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The Great Hijab Debate Classmates of law school rebel talk to Pulse about controversy

Law school classmates of the lady who refused to take off hijab during call to bar ceremony, speak to Pulse.

  • Published:

The refusal of the body of benchers to call Amasa Firdaus to bar because she was spotting a hijab underneath her wig, has stirred quite a debate in Nigeria’s social media circles for a week now.

Firdaus who graduated from the University of Ilorin with a second class upper degree, relayed how she refused to take off her hijab which is a piece of clothing worn by Muslim women.

Her decision meant she was denied entry into the International Conference Center, Abuja, where the ‘call to bar’ ceremony was held.

The implication is that Firdaus would have to wait to be certified as a practising lawyer in Nigeria because she wore a hijab.

Some have interpreted the incident as an infringement on her religious rights as enshrined in the nation’s constitution.

Pulse has been speaking to Firdaus' law school classmates. Some craved anonymity for this story because of the sensitivity of the subject and for fear of incurring the wrath of the Islamic authorities.

These are their responses...

__________________________

Well, I feel she should have raised concerns about it during dinners in law school.   I feel she should have done something about it earlier on while they were preparing us for call in our different campuses. The timing seems not cool at all, she knew all about the hijab thing before call so why has she been complying before and then suddenly decided it was during call she wanted to make a 'scene'? But then that's just my opinion.

Though Hijab is part of a Muslim sister's dressing, I feel that she should have been wise about it sha...

--Anon

_________________________

Law was made for man and not man for the law. However, disregard for laid down principles of practice will only lead us into a state of anarchy.

The Law profession is an old one with its own principles, rules and regulations. Aspirants and members are required to adhere strictly to these rules.

I do not consider the refusal to call the lady in question a breach of her fundamental rights as she gave up that right when she chose to aspire to join the bar. Her actions constitute a flagrant disregard for laid down professional principles and constituted authority.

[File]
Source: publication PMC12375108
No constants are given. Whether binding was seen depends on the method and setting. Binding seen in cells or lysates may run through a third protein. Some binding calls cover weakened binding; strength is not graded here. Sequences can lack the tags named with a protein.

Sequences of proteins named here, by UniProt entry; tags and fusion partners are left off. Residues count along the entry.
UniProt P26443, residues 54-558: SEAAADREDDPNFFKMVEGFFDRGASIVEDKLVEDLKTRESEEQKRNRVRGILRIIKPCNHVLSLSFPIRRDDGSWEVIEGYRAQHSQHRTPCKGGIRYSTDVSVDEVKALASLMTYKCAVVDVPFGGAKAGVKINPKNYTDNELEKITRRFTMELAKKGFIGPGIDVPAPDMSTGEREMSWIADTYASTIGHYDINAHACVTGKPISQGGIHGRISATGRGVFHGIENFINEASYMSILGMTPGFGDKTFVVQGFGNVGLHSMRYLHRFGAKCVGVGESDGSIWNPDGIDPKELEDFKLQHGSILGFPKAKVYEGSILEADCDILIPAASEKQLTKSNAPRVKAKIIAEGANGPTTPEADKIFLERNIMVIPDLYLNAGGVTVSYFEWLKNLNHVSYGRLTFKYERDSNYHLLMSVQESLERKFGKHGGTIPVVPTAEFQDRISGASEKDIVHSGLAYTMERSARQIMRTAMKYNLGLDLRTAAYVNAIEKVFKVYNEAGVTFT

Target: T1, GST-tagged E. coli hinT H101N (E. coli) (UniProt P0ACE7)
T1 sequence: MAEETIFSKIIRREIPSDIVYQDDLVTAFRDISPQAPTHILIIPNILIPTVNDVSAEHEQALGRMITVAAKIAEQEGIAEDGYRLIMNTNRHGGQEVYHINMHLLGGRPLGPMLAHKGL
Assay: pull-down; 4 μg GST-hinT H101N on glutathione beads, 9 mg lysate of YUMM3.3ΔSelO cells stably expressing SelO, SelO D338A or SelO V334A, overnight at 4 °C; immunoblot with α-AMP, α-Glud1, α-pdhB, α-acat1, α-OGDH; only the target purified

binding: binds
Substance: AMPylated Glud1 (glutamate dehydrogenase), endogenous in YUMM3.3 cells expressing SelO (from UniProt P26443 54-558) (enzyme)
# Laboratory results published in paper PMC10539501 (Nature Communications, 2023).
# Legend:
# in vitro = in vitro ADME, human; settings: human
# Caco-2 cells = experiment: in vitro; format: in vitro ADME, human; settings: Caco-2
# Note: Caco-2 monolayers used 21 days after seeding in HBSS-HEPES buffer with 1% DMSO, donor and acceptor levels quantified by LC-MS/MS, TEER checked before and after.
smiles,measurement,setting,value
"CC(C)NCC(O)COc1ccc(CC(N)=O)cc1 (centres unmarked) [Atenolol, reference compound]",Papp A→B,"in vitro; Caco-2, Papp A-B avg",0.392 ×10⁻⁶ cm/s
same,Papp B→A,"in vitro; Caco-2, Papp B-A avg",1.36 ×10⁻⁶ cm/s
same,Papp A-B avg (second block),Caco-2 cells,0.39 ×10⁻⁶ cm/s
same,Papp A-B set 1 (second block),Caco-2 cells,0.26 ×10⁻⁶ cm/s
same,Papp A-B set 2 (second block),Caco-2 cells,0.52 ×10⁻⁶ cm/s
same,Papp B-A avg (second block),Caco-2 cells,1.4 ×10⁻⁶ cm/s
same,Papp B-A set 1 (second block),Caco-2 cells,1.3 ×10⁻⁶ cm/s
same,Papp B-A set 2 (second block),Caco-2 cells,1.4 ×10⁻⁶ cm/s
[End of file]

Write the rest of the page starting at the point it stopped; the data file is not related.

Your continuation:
It doesn't matter what she set out to achieve, the point is she was wrong in her approach and fell short of the condition precedent to her call.

– Paul

__________________________

I feel the action she took was uncalled for. Two wrongs never make a right.

--Eriye

__________________________

Well, I think the major issue is with understanding rules and complying with rules. Truth be told, the rule is not targeted at any religion as some folks have seem to put it. In the real sense, every adherent to any religious or cultural belief has had to make an adjustment for the purpose of being called to bar.

Assuming that Firdaus wanted to challenge the status quo, she could have written to the body of benchers about the rule before the call. The attempt to cause a friction at the time of entry to the call isn't only a disgraceful act, it is an act that shows she isn't fit and proper to be called to the bar.

ALSO READ: We asked lawyers about law school drama, this is what they said

However, the truth be told, it is not about any religion and I hope in the future, we must always learn to separate emotions from facts.

--Anon

_________________________

It's a right battle waged at the wrong time. Only God, not even the media support can help her. Our profession is something.

– Anon

__________________________

What is sauce for the goose is sauce for the gander.. If it's indeed established that it's a law for hijab not to be allowed, then it shouldn't be.. But if it's made flexible then Christian fanatics should also be given similar leverage and allowance.

--Dimeji

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